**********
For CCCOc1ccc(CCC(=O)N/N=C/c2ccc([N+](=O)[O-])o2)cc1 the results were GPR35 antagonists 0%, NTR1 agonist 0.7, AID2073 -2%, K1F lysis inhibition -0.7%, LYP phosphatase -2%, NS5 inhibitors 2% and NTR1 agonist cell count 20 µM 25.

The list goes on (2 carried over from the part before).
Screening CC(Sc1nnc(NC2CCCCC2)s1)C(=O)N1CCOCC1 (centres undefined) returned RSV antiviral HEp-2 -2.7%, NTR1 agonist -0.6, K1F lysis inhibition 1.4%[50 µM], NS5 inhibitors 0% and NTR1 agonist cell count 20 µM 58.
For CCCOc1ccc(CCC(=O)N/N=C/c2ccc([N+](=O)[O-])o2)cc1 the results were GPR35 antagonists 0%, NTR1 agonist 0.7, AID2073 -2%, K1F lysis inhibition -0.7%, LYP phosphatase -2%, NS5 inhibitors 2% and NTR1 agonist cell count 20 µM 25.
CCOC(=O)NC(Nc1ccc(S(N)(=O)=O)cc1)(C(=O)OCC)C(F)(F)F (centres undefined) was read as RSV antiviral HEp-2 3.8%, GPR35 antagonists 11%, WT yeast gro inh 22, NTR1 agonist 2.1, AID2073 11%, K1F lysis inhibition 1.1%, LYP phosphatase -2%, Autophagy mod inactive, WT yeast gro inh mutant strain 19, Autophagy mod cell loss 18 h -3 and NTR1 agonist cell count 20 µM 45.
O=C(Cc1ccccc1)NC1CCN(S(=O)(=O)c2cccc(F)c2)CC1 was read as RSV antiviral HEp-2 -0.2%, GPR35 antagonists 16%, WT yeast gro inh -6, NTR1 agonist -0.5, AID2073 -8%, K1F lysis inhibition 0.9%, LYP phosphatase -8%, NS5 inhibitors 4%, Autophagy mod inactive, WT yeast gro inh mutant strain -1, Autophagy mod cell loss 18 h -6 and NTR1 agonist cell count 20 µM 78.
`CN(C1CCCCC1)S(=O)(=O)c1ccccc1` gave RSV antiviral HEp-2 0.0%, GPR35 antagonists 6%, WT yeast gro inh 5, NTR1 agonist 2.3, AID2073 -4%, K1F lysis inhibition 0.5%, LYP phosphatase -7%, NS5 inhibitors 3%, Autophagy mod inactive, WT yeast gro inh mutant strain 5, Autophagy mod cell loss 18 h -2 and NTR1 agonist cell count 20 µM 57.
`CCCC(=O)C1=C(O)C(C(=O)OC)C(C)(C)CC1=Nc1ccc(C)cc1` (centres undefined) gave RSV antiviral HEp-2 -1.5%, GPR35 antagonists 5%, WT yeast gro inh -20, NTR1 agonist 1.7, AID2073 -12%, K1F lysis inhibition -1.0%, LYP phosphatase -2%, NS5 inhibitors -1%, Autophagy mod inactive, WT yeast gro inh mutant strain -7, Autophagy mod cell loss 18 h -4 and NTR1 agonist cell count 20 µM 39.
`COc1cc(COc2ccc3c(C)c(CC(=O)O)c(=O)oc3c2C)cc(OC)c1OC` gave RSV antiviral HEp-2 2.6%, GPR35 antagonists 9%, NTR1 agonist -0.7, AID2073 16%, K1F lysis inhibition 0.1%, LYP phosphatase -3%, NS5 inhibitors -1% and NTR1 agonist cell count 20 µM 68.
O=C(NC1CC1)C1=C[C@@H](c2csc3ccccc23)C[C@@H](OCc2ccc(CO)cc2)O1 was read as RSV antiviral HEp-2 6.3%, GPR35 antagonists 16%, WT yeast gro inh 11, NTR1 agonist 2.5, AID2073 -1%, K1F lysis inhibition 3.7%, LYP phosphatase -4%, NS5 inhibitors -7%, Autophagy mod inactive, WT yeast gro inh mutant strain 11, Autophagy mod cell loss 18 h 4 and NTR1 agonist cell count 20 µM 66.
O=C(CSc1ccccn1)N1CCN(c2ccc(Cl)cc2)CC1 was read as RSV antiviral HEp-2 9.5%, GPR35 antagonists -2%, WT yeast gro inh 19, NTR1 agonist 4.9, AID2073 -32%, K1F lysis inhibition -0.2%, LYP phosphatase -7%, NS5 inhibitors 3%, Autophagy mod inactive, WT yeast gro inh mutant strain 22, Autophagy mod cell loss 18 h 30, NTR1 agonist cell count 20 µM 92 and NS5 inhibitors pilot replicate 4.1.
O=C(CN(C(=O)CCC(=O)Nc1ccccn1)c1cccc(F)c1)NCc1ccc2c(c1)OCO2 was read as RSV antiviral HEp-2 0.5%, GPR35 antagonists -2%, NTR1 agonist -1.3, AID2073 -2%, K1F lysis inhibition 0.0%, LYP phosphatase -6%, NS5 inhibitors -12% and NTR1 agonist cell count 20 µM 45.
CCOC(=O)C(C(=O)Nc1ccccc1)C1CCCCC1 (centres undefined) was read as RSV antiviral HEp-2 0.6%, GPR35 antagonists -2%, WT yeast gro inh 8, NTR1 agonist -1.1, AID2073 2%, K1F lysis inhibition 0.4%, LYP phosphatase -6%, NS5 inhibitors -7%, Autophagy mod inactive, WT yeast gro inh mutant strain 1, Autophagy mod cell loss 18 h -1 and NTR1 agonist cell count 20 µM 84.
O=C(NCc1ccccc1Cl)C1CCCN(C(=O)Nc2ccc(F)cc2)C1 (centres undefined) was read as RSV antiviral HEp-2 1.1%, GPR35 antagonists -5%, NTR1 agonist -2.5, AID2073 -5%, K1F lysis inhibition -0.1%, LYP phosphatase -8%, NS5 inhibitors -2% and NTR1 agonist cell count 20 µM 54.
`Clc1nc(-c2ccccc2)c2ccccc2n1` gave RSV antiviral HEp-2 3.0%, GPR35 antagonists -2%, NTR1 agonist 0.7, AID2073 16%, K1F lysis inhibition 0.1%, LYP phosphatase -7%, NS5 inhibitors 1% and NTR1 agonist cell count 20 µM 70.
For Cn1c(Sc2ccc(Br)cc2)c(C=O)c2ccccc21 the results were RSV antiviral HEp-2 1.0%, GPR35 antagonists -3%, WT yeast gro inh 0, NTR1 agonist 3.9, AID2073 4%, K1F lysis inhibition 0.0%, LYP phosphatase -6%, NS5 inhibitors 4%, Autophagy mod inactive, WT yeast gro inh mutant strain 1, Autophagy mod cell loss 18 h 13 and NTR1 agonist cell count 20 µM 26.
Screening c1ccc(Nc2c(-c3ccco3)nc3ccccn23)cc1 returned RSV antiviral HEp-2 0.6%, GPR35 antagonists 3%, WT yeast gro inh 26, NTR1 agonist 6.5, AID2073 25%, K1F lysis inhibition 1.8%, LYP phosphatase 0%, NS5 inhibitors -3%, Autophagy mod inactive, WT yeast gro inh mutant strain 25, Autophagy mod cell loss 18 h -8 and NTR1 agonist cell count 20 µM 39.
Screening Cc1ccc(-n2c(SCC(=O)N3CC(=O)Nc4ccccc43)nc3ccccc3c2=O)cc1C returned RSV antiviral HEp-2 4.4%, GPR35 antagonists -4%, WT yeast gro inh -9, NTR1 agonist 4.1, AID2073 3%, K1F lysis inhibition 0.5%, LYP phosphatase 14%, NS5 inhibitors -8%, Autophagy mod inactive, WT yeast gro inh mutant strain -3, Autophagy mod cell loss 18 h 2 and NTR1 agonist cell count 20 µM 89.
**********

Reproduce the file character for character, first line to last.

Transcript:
For CCCOc1ccc(CCC(=O)N/N=C/c2ccc([N+](=O)[O-])o2)cc1 the results were GPR35 antagonists 0%, NTR1 agonist 0.7, AID2073 -2%, K1F lysis inhibition -0.7%, LYP phosphatase -2%, NS5 inhibitors 2% and NTR1 agonist cell count 20 µM 25.

The list goes on (2 carried over from the part before).
Screening CC(Sc1nnc(NC2CCCCC2)s1)C(=O)N1CCOCC1 (centres undefined) returned RSV antiviral HEp-2 -2.7%, NTR1 agonist -0.6, K1F lysis inhibition 1.4%[50 µM], NS5 inhibitors 0% and NTR1 agonist cell count 20 µM 58.
For CCCOc1ccc(CCC(=O)N/N=C/c2ccc([N+](=O)[O-])o2)cc1 the results were GPR35 antagonists 0%, NTR1 agonist 0.7, AID2073 -2%, K1F lysis inhibition -0.7%, LYP phosphatase -2%, NS5 inhibitors 2% and NTR1 agonist cell count 20 µM 25.
CCOC(=O)NC(Nc1ccc(S(N)(=O)=O)cc1)(C(=O)OCC)C(F)(F)F (centres undefined) was read as RSV antiviral HEp-2 3.8%, GPR35 antagonists 11%, WT yeast gro inh 22, NTR1 agonist 2.1, AID2073 11%, K1F lysis inhibition 1.1%, LYP phosphatase -2%, Autophagy mod inactive, WT yeast gro inh mutant strain 19, Autophagy mod cell loss 18 h -3 and NTR1 agonist cell count 20 µM 45.
O=C(Cc1ccccc1)NC1CCN(S(=O)(=O)c2cccc(F)c2)CC1 was read as RSV antiviral HEp-2 -0.2%, GPR35 antagonists 16%, WT yeast gro inh -6, NTR1 agonist -0.5, AID2073 -8%, K1F lysis inhibition 0.9%, LYP phosphatase -8%, NS5 inhibitors 4%, Autophagy mod inactive, WT yeast gro inh mutant strain -1, Autophagy mod cell loss 18 h -6 and NTR1 agonist cell count 20 µM 78.
`CN(C1CCCCC1)S(=O)(=O)c1ccccc1` gave RSV antiviral HEp-2 0.0%, GPR35 antagonists 6%, WT yeast gro inh 5, NTR1 agonist 2.3, AID2073 -4%, K1F lysis inhibition 0.5%, LYP phosphatase -7%, NS5 inhibitors 3%, Autophagy mod inactive, WT yeast gro inh mutant strain 5, Autophagy mod cell loss 18 h -2 and NTR1 agonist cell count 20 µM 57.
`CCCC(=O)C1=C(O)C(C(=O)OC)C(C)(C)CC1=Nc1ccc(C)cc1` (centres undefined) gave RSV antiviral HEp-2 -1.5%, GPR35 antagonists 5%, WT yeast gro inh -20, NTR1 agonist 1.7, AID2073 -12%, K1F lysis inhibition -1.0%, LYP phosphatase -2%, NS5 inhibitors -1%, Autophagy mod inactive, WT yeast gro inh mutant strain -7, Autophagy mod cell loss 18 h -4 and NTR1 agonist cell count 20 µM 39.
`COc1cc(COc2ccc3c(C)c(CC(=O)O)c(=O)oc3c2C)cc(OC)c1OC` gave RSV antiviral HEp-2 2.6%, GPR35 antagonists 9%, NTR1 agonist -0.7, AID2073 16%, K1F lysis inhibition 0.1%, LYP phosphatase -3%, NS5 inhibitors -1% and NTR1 agonist cell count 20 µM 68.
O=C(NC1CC1)C1=C[C@@H](c2csc3ccccc23)C[C@@H](OCc2ccc(CO)cc2)O1 was read as RSV antiviral HEp-2 6.3%, GPR35 antagonists 16%, WT yeast gro inh 11, NTR1 agonist 2.5, AID2073 -1%, K1F lysis inhibition 3.7%, LYP phosphatase -4%, NS5 inhibitors -7%, Autophagy mod inactive, WT yeast gro inh mutant strain 11, Autophagy mod cell loss 18 h 4 and NTR1 agonist cell count 20 µM 66.
O=C(CSc1ccccn1)N1CCN(c2ccc(Cl)cc2)CC1 was read as RSV antiviral HEp-2 9.5%, GPR35 antagonists -2%, WT yeast gro inh 19, NTR1 agonist 4.9, AID2073 -32%, K1F lysis inhibition -0.2%, LYP phosphatase -7%, NS5 inhibitors 3%, Autophagy mod inactive, WT yeast gro inh mutant strain 22, Autophagy mod cell loss 18 h 30, NTR1 agonist cell count 20 µM 92 and NS5 inhibitors pilot replicate 4.1.
O=C(CN(C(=O)CCC(=O)Nc1ccccn1)c1cccc(F)c1)NCc1ccc2c(c1)OCO2 was read as RSV antiviral HEp-2 0.5%, GPR35 antagonists -2%, NTR1 agonist -1.3, AID2073 -2%, K1F lysis inhibition 0.0%, LYP phosphatase -6%, NS5 inhibitors -12% and NTR1 agonist cell count 20 µM 45.
CCOC(=O)C(C(=O)Nc1ccccc1)C1CCCCC1 (centres undefined) was read as RSV antiviral HEp-2 0.6%, GPR35 antagonists -2%, WT yeast gro inh 8, NTR1 agonist -1.1, AID2073 2%, K1F lysis inhibition 0.4%, LYP phosphatase -6%, NS5 inhibitors -7%, Autophagy mod inactive, WT yeast gro inh mutant strain 1, Autophagy mod cell loss 18 h -1 and NTR1 agonist cell count 20 µM 84.
O=C(NCc1ccccc1Cl)C1CCCN(C(=O)Nc2ccc(F)cc2)C1 (centres undefined) was read as RSV antiviral HEp-2 1.1%, GPR35 antagonists -5%, NTR1 agonist -2.5, AID2073 -5%, K1F lysis inhibition -0.1%, LYP phosphatase -8%, NS5 inhibitors -2% and NTR1 agonist cell count 20 µM 54.
`Clc1nc(-c2ccccc2)c2ccccc2n1` gave RSV antiviral HEp-2 3.0%, GPR35 antagonists -2%, NTR1 agonist 0.7, AID2073 16%, K1F lysis inhibition 0.1%, LYP phosphatase -7%, NS5 inhibitors 1% and NTR1 agonist cell count 20 µM 70.
For Cn1c(Sc2ccc(Br)cc2)c(C=O)c2ccccc21 the results were RSV antiviral HEp-2 1.0%, GPR35 antagonists -3%, WT yeast gro inh 0, NTR1 agonist 3.9, AID2073 4%, K1F lysis inhibition 0.0%, LYP phosphatase -6%, NS5 inhibitors 4%, Autophagy mod inactive, WT yeast gro inh mutant strain 1, Autophagy mod cell loss 18 h 13 and NTR1 agonist cell count 20 µM 26.
Screening c1ccc(Nc2c(-c3ccco3)nc3ccccn23)cc1 returned RSV antiviral HEp-2 0.6%, GPR35 antagonists 3%, WT yeast gro inh 26, NTR1 agonist 6.5, AID2073 25%, K1F lysis inhibition 1.8%, LYP phosphatase 0%, NS5 inhibitors -3%, Autophagy mod inactive, WT yeast gro inh mutant strain 25, Autophagy mod cell loss 18 h -8 and NTR1 agonist cell count 20 µM 39.
Screening Cc1ccc(-n2c(SCC(=O)N3CC(=O)Nc4ccccc43)nc3ccccc3c2=O)cc1C returned RSV antiviral HEp-2 4.4%, GPR35 antagonists -4%, WT yeast gro inh -9, NTR1 agonist 4.1, AID2073 3%, K1F lysis inhibition 0.5%, LYP phosphatase 14%, NS5 inhibitors -8%, Autophagy mod inactive, WT yeast gro inh mutant strain -3, Autophagy mod cell loss 18 h 2 and NTR1 agonist cell count 20 µM 89.